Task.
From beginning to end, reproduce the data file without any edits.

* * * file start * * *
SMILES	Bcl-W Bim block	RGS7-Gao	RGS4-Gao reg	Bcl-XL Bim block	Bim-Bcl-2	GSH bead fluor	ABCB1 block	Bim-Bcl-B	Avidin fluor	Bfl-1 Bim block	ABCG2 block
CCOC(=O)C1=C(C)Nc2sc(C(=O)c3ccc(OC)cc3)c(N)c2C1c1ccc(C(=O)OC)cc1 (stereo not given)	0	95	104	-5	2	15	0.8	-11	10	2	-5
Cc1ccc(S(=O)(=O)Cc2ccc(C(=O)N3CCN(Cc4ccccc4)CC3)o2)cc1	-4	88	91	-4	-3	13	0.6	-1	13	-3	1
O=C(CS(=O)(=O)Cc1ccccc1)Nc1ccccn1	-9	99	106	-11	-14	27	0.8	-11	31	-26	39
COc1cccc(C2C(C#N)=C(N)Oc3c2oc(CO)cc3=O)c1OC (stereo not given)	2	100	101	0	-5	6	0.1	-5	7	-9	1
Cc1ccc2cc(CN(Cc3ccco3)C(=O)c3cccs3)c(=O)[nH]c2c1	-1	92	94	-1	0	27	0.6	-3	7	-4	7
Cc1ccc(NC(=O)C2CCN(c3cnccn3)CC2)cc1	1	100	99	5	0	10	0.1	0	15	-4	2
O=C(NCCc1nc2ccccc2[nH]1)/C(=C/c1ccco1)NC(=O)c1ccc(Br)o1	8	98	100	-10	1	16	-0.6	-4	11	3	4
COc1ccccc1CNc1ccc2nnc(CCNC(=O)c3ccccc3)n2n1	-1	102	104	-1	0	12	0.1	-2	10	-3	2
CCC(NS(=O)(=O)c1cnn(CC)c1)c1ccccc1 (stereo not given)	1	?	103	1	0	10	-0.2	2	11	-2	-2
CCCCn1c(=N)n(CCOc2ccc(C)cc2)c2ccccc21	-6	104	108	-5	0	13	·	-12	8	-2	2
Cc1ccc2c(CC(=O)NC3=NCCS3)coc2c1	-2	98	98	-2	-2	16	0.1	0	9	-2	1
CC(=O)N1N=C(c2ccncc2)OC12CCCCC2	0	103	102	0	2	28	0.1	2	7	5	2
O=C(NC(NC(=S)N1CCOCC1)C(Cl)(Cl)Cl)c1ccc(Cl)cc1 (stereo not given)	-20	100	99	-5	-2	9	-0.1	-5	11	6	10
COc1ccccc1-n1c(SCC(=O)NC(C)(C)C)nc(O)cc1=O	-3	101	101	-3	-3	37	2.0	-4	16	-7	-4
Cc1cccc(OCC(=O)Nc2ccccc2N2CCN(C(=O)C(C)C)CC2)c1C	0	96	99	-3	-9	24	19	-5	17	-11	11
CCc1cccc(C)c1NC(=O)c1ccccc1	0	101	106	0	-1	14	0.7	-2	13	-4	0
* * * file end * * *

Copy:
SMILES	Bcl-W Bim block	RGS7-Gao	RGS4-Gao reg	Bcl-XL Bim block	Bim-Bcl-2	GSH bead fluor	ABCB1 block	Bim-Bcl-B	Avidin fluor	Bfl-1 Bim block	ABCG2 block
CCOC(=O)C1=C(C)Nc2sc(C(=O)c3ccc(OC)cc3)c(N)c2C1c1ccc(C(=O)OC)cc1 (stereo not given)	0	95	104	-5	2	15	0.8	-11	10	2	-5
Cc1ccc(S(=O)(=O)Cc2ccc(C(=O)N3CCN(Cc4ccccc4)CC3)o2)cc1	-4	88	91	-4	-3	13	0.6	-1	13	-3	1
O=C(CS(=O)(=O)Cc1ccccc1)Nc1ccccn1	-9	99	106	-11	-14	27	0.8	-11	31	-26	39
COc1cccc(C2C(C#N)=C(N)Oc3c2oc(CO)cc3=O)c1OC (stereo not given)	2	100	101	0	-5	6	0.1	-5	7	-9	1
Cc1ccc2cc(CN(Cc3ccco3)C(=O)c3cccs3)c(=O)[nH]c2c1	-1	92	94	-1	0	27	0.6	-3	7	-4	7
Cc1ccc(NC(=O)C2CCN(c3cnccn3)CC2)cc1	1	100	99	5	0	10	0.1	0	15	-4	2
O=C(NCCc1nc2ccccc2[nH]1)/C(=C/c1ccco1)NC(=O)c1ccc(Br)o1	8	98	100	-10	1	16	-0.6	-4	11	3	4
COc1ccccc1CNc1ccc2nnc(CCNC(=O)c3ccccc3)n2n1	-1	102	104	-1	0	12	0.1	-2	10	-3	2
CCC(NS(=O)(=O)c1cnn(CC)c1)c1ccccc1 (stereo not given)	1	?	103	1	0	10	-0.2	2	11	-2	-2
CCCCn1c(=N)n(CCOc2ccc(C)cc2)c2ccccc21	-6	104	108	-5	0	13	·	-12	8	-2	2
Cc1ccc2c(CC(=O)NC3=NCCS3)coc2c1	-2	98	98	-2	-2	16	0.1	0	9	-2	1
CC(=O)N1N=C(c2ccncc2)OC12CCCCC2	0	103	102	0	2	28	0.1	2	7	5	2
O=C(NC(NC(=S)N1CCOCC1)C(Cl)(Cl)Cl)c1ccc(Cl)cc1 (stereo not given)	-20	100	99	-5	-2	9	-0.1	-5	11	6	10
COc1ccccc1-n1c(SCC(=O)NC(C)(C)C)nc(O)cc1=O	-3	101	101	-3	-3	37	2.0	-4	16	-7	-4
Cc1cccc(OCC(=O)Nc2ccccc2N2CCN(C(=O)C(C)C)CC2)c1C	0	96	99	-3	-9	24	19	-5	17	-11	11
CCc1cccc(C)c1NC(=O)c1ccccc1	0	101	106	0	-1	14	0.7	-2	13	-4	0